But the majority of the time is spent dissembling the system that has enabled the addict to finance and feed their affliction.
“What would make him an addict is if his behavior gets in the way of his day-to-day functioning,” says one psychologist.
The most moving material in Bomb feels like a rehash: care-taking the father, painfully recalling his suicidal, addict mother.
1530s (implied in addicted), from Latin addictus, past participle of addicere "to deliver, award, yield; give assent, make over, sell," figuratively "to devote, consecrate; sacrifice, sell out, betray" from ad- "to" (see ad-) + dicere "say, declare" (see diction), but also "adjudge, allot." Earlier in English as an adjective, "delivered, devoted" (1520s). Related: Addicted; addicting.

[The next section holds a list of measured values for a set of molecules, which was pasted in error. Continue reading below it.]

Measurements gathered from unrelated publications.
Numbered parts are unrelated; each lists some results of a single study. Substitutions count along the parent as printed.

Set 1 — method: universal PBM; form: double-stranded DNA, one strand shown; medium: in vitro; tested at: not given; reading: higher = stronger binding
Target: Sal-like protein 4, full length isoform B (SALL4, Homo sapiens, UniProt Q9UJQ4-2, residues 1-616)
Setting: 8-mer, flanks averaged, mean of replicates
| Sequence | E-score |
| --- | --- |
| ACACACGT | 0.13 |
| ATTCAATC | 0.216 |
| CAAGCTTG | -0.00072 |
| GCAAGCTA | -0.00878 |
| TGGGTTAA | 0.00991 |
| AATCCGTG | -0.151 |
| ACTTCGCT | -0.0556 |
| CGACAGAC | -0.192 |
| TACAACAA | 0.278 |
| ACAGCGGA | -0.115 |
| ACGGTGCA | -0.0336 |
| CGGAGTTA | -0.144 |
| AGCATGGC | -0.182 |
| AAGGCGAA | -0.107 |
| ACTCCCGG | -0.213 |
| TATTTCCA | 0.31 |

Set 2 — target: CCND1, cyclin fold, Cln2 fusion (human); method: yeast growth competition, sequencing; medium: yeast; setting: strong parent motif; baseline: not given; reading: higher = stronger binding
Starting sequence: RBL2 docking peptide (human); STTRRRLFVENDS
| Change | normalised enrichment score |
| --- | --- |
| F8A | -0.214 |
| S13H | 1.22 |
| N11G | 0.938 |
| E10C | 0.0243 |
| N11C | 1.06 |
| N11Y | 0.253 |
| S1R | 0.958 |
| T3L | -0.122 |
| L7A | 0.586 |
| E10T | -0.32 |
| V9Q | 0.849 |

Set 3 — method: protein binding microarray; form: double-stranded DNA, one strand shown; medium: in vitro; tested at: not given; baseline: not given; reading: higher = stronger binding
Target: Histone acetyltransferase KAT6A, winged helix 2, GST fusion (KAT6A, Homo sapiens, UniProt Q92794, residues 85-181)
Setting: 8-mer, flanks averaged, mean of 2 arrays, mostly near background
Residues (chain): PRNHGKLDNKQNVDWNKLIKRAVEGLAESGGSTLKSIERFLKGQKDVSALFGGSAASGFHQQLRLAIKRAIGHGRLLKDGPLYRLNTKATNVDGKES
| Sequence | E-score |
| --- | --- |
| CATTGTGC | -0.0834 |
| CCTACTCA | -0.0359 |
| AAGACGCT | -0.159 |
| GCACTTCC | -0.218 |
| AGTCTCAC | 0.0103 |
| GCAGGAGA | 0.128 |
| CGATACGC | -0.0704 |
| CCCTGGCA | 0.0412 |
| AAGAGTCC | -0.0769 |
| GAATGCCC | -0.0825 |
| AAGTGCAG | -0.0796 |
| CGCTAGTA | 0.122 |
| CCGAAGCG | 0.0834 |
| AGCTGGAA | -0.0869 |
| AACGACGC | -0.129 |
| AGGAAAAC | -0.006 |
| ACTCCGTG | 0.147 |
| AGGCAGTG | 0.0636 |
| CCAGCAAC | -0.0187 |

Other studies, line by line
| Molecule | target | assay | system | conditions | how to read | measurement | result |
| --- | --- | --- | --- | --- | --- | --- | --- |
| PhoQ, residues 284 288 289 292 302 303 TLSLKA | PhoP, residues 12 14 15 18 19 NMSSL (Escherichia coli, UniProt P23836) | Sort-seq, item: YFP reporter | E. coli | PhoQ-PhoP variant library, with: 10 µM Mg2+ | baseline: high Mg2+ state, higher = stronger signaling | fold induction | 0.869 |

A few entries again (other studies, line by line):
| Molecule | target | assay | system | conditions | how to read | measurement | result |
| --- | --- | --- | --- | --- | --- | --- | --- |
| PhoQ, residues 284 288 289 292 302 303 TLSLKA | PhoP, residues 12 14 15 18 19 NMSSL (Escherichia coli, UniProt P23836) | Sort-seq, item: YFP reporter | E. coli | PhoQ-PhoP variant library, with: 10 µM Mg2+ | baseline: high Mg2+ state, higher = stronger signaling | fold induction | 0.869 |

1909, in reference to morphine, from addict (v.).
addict ad·dict (ə-dĭkt')
v. ad·dict·ed, ad·dict·ing, ad·dicts
To become or cause to become compulsively and physiologically dependent on a habit-forming substance. n. (ād'ĭkt)
One who is addicted, as to narcotics.